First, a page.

Tornadoes

It might seem strange but Oregon does have tornadoes! Not as common as on the plains but still not unheard of. In fact, in September 2017, parts of Polk County (but not Falls City!) were put on a funnel cloud watch!

Funnel clouds are rotating columns of condensation. They form beneath cloud walls and develop down towards the ground. If they become low enough to touch the ground or create a dust whirl or debris cloud, they are re-classified as tornadoes. Not all funnel clouds become tornadoes, which is why Polk County had a weather alert for funnel clouds and not a tornado watch – although any funnel cloud has the potential to become a tornado!

Tornadoes have two different weather alerts – a tornado watch and a tornado warning. When a tornado watch is announced, it means that there is a possibility of a tornado forming. You should be aware and ready to take action if needed. A tornado warning means that a tornado is currently occurring or will occur soon. When a tornado warning is announced, you should immediately get to a safe place! That includes pets!

Safe places are structurally sound buildings – preferably a basement, storm cellar, or room on the first floor towards the center of the building with no windows. For some houses, this might mean a closet! Smaller rooms are safer than larger rooms even during “weak” tornadoes. Always go for the lowest floor you can safely get to. Anyone who lives in a mobile home needs to find the closest, sturdy structure – mobile homes are not a safe place during a tornado! Neither are small outbuildings, such as sheds. If you cannot find a sturdy structure get out of your mobile home and head to your car. Head to the closest sturdy shelter – make sure to seat belt yourself and any passengers in! Avoid bridges and overpasses if you can. If the winds and/or debris become too much, you can either keep the engine running and get down below the window level and cover your head, preferably with a blanket and your hands, or find a ditch or ravine to lay down in and cover your head. For taller buildings, like in the city, you might not have time to get to the lowest floor. In that case, you should find a hall in the middle of the building.

Each family member, including pets and livestock, should have their own emergency supply kit ready to go at a moment’s notice!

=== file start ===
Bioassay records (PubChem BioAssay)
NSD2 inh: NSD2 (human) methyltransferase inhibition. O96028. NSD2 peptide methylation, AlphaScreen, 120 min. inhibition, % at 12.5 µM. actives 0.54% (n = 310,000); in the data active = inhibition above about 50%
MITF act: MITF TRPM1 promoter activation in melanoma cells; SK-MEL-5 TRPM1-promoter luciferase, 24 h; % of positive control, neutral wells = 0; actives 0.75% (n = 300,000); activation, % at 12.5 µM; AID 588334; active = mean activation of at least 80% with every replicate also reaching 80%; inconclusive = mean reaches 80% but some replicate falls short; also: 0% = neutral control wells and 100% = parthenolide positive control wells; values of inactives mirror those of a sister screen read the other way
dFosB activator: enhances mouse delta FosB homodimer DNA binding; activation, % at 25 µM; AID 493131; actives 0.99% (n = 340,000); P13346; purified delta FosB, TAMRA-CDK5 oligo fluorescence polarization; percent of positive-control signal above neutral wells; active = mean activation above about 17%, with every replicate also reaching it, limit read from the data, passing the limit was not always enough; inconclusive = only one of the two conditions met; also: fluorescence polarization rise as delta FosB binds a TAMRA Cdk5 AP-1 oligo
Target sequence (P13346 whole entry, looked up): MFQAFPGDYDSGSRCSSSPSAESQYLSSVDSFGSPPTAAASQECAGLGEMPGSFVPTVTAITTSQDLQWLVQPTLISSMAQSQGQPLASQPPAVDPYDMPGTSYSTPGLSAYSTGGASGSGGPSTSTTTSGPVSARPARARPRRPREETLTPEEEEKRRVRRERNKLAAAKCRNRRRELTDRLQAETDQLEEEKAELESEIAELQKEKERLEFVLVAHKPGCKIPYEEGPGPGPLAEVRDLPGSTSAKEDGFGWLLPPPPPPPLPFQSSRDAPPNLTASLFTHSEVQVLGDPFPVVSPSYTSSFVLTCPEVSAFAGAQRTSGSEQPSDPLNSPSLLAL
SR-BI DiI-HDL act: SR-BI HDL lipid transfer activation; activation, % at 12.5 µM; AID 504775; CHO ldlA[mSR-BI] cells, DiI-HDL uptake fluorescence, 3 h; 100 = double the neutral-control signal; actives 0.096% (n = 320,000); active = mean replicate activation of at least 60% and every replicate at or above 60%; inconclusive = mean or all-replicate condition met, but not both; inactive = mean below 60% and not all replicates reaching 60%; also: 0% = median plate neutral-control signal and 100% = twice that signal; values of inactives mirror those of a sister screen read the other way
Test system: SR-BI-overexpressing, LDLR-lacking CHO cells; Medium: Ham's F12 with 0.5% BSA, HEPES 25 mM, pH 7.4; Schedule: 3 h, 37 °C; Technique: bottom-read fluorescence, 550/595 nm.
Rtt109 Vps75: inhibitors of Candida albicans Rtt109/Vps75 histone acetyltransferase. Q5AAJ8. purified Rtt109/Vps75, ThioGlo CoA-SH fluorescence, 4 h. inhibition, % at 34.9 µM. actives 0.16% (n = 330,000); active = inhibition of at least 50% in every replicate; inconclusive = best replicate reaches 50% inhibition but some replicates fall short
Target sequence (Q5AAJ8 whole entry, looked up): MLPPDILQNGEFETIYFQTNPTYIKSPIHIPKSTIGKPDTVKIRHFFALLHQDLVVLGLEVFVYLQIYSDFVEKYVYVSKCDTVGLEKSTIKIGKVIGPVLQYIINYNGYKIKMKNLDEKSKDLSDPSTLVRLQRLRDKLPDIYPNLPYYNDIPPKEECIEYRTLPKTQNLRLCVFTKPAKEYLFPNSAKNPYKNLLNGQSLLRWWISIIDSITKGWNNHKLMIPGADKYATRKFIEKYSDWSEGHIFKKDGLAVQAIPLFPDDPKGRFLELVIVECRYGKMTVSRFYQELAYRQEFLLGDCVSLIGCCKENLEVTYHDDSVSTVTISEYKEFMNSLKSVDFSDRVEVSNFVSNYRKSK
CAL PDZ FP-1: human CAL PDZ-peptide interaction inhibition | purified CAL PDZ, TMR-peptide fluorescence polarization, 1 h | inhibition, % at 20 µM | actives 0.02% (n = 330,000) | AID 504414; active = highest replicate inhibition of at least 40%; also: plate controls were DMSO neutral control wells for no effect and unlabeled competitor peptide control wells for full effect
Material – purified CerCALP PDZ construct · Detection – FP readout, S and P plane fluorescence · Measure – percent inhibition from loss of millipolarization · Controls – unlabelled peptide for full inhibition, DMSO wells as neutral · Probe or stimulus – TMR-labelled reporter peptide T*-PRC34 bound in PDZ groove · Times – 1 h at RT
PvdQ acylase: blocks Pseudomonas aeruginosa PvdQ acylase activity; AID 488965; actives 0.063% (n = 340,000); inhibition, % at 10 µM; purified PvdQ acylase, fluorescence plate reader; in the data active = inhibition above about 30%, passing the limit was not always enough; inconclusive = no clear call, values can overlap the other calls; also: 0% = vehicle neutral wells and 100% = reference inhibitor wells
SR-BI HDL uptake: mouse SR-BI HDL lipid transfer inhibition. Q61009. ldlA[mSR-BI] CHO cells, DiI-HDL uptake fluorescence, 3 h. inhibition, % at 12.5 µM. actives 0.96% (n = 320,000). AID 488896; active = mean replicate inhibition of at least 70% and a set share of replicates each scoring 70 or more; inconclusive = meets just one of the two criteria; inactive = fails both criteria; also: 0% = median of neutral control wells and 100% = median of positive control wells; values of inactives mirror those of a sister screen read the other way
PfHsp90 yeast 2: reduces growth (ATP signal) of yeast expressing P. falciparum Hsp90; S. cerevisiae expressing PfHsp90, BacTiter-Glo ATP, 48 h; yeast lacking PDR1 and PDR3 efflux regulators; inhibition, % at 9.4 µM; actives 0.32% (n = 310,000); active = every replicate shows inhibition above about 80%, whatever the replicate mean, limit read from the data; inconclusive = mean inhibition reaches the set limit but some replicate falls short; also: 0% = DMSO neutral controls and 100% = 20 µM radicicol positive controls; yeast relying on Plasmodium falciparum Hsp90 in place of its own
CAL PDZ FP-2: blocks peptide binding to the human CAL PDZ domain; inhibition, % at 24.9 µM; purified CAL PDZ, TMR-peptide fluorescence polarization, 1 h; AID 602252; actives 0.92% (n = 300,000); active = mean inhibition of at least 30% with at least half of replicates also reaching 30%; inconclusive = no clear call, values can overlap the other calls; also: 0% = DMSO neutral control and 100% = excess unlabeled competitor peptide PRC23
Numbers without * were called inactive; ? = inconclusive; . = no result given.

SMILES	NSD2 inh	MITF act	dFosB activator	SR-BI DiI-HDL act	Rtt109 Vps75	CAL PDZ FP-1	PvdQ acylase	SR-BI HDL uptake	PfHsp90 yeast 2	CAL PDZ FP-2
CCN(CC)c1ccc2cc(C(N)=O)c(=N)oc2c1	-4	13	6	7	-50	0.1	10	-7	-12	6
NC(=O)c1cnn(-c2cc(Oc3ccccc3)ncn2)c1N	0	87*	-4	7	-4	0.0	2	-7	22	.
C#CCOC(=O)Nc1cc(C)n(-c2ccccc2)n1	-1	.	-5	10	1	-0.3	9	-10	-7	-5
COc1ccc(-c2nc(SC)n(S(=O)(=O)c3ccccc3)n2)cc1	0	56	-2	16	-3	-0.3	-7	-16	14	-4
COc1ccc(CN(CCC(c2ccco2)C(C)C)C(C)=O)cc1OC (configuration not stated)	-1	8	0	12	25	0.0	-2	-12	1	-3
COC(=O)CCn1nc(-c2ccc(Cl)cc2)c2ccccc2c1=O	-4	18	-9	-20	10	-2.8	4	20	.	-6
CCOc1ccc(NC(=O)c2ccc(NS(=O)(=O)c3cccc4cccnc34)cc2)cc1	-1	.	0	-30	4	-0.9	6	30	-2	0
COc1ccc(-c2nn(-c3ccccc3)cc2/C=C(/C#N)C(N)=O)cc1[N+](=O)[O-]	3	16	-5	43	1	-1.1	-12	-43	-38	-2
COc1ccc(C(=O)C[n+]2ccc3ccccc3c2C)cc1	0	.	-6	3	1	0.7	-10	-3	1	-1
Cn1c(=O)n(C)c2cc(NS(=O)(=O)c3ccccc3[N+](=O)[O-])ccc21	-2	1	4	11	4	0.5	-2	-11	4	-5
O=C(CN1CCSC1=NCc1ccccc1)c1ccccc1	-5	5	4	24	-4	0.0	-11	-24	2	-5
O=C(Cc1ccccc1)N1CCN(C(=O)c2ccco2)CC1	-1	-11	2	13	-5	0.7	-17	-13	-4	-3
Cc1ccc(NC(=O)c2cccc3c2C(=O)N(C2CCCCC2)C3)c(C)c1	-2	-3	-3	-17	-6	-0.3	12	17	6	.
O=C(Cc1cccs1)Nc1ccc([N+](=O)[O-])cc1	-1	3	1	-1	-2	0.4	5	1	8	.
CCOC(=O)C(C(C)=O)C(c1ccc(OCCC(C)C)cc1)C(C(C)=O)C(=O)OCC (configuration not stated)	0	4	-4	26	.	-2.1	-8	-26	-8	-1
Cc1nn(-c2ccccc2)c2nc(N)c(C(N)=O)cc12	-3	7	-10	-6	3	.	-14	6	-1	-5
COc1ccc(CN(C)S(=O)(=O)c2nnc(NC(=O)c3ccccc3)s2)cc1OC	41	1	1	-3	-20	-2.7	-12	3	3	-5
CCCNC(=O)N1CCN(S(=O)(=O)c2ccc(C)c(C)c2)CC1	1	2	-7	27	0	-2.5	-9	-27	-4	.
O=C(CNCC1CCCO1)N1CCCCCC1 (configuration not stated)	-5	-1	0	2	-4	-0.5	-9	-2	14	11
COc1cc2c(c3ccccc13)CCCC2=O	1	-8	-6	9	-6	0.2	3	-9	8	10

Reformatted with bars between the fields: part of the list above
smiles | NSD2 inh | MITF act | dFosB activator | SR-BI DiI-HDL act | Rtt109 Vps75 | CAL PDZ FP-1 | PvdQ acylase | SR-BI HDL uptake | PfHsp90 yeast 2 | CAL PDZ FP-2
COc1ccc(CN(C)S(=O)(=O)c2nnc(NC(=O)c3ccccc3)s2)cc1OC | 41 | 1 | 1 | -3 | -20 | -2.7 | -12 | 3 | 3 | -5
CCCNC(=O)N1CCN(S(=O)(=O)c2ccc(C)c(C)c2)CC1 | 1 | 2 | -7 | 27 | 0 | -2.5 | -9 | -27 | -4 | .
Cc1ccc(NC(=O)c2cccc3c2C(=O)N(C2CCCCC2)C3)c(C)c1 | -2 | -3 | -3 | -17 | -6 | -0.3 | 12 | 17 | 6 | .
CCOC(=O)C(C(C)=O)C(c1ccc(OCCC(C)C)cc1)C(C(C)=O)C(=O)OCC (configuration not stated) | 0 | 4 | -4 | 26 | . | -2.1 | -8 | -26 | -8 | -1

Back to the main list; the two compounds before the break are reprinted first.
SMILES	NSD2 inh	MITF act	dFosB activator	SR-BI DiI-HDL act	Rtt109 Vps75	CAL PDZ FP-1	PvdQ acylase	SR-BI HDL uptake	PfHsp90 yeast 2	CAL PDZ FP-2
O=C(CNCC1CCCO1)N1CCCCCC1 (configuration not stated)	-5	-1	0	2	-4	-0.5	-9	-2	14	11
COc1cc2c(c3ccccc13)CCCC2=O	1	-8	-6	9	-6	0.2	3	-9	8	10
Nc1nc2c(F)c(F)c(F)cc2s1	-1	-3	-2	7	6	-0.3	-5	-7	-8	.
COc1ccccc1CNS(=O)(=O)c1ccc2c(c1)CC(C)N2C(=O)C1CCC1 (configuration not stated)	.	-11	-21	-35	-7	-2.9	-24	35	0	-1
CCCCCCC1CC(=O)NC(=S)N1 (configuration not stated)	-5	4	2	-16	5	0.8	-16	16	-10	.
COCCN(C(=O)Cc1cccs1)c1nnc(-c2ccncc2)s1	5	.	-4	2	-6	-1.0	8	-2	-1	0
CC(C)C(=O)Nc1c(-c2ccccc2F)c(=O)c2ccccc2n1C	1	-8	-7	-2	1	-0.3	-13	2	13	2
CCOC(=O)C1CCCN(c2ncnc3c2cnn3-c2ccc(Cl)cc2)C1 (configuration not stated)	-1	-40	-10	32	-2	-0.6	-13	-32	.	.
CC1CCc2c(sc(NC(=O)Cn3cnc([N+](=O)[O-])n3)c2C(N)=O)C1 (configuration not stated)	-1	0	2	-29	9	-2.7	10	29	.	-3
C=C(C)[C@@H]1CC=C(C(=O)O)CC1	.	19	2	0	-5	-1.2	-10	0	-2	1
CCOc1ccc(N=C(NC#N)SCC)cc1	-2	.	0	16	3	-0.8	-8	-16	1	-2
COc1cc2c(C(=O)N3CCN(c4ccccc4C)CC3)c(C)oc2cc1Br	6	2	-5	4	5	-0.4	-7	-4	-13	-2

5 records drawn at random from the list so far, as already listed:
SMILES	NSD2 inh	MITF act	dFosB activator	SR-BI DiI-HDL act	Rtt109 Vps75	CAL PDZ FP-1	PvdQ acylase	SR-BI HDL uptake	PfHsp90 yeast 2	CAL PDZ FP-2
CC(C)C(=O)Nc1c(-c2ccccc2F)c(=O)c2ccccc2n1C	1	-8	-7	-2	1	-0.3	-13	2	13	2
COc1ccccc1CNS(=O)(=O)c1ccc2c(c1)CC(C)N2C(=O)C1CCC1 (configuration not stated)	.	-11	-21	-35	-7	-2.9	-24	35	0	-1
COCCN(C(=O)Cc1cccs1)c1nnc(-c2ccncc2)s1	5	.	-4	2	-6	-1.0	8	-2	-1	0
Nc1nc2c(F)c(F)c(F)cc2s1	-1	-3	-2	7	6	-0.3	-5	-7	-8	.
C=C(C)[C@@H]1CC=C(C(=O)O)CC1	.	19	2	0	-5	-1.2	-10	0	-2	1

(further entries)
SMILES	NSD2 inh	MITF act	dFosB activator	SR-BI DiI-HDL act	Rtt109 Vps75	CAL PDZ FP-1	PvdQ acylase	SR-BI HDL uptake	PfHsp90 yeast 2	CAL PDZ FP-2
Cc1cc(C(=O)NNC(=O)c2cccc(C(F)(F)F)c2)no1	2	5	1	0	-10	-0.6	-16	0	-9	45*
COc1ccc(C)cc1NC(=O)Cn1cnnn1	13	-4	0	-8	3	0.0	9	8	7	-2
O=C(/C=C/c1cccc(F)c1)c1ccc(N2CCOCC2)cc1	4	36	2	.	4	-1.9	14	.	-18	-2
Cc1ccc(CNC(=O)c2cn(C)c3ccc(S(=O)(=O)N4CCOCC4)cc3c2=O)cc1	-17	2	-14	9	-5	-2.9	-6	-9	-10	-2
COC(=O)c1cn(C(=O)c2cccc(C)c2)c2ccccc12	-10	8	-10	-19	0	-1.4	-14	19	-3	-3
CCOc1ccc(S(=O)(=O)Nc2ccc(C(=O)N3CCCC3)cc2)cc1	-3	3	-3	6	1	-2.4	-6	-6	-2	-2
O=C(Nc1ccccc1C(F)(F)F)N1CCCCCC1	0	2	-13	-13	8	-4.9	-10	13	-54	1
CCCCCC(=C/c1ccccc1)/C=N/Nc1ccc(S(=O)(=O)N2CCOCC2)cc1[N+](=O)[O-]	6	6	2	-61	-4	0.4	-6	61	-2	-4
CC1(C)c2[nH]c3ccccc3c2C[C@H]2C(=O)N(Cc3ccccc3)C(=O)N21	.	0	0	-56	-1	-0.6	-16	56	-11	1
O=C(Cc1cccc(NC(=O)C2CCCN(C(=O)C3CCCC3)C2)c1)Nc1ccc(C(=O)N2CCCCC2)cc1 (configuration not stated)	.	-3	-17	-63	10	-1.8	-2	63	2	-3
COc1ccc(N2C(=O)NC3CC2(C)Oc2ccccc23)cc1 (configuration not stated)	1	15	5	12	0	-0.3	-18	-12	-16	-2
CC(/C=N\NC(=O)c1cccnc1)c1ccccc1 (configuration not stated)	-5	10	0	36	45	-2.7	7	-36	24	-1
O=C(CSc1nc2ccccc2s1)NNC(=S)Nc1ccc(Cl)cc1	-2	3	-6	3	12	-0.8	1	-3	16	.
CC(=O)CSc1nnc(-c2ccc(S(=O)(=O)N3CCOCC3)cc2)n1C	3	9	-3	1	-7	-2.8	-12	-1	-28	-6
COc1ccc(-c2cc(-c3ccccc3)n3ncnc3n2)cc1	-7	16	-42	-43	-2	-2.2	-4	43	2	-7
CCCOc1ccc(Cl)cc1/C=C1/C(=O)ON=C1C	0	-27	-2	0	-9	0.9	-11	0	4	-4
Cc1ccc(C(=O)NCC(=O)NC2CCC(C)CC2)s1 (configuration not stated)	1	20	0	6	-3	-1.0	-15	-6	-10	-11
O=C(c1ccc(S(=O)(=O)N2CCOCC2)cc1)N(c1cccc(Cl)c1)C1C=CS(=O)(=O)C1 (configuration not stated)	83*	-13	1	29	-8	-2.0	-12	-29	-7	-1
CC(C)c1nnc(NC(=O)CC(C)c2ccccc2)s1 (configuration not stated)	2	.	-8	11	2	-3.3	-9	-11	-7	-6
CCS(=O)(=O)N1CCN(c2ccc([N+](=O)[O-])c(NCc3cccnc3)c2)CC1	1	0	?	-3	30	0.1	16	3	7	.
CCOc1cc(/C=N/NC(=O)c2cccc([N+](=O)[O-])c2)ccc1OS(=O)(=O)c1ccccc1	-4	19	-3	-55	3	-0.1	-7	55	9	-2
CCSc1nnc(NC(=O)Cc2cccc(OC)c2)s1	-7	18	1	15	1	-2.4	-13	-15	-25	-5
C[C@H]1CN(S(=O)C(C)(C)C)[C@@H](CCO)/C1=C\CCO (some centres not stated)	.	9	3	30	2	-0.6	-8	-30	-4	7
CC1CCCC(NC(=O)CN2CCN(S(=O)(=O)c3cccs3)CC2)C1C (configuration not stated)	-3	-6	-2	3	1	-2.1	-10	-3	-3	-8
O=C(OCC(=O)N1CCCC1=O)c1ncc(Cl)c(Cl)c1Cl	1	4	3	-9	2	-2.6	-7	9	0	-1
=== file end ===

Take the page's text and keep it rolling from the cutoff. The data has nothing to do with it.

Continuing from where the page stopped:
You can do some minor home preparation to help make your home safer during tornadoes and even just wind storms. While working on your property, pick up loose branches and other debris that you find. Remove damaged and/or diseased branches from your trees. Make sure that your firewood can be properly secured in case of high winds. Even such small items as a piece of firewood or a broken branch can become a “missile” in strong winds like those of a tornado! Make a note of what you can bring inside if there is enough advance warning – such as patio furniture. If you have a bit of extra money, think about adding shutters to your home or reinforcing your garage door.

As with any large scale disaster, your family should have a person outside of the effected area, preferably out of state, who is picked before a disaster and can act as a single point of contact for all family members when separated. Communication lines can experience difficulties from the weather event itself or from becoming overloaded as people try to check in with each other. It is easier for someone outside of the effected area to keep track of family members as each family member only needs to make one phone call rather than multiple phone calls trying to get through to each person. Texting rather than calling is also helpful.

Once it is considered safe to come out or to return home, you will need to assess the damage to your property. If you can, leave children and pets with a trusted friend or relative. If you are able to, change into long pants, long sleeves, and sturdy shoes. Do not go into damaged buildings. Make sure to report any downed power lines, broken gas lines, etc.

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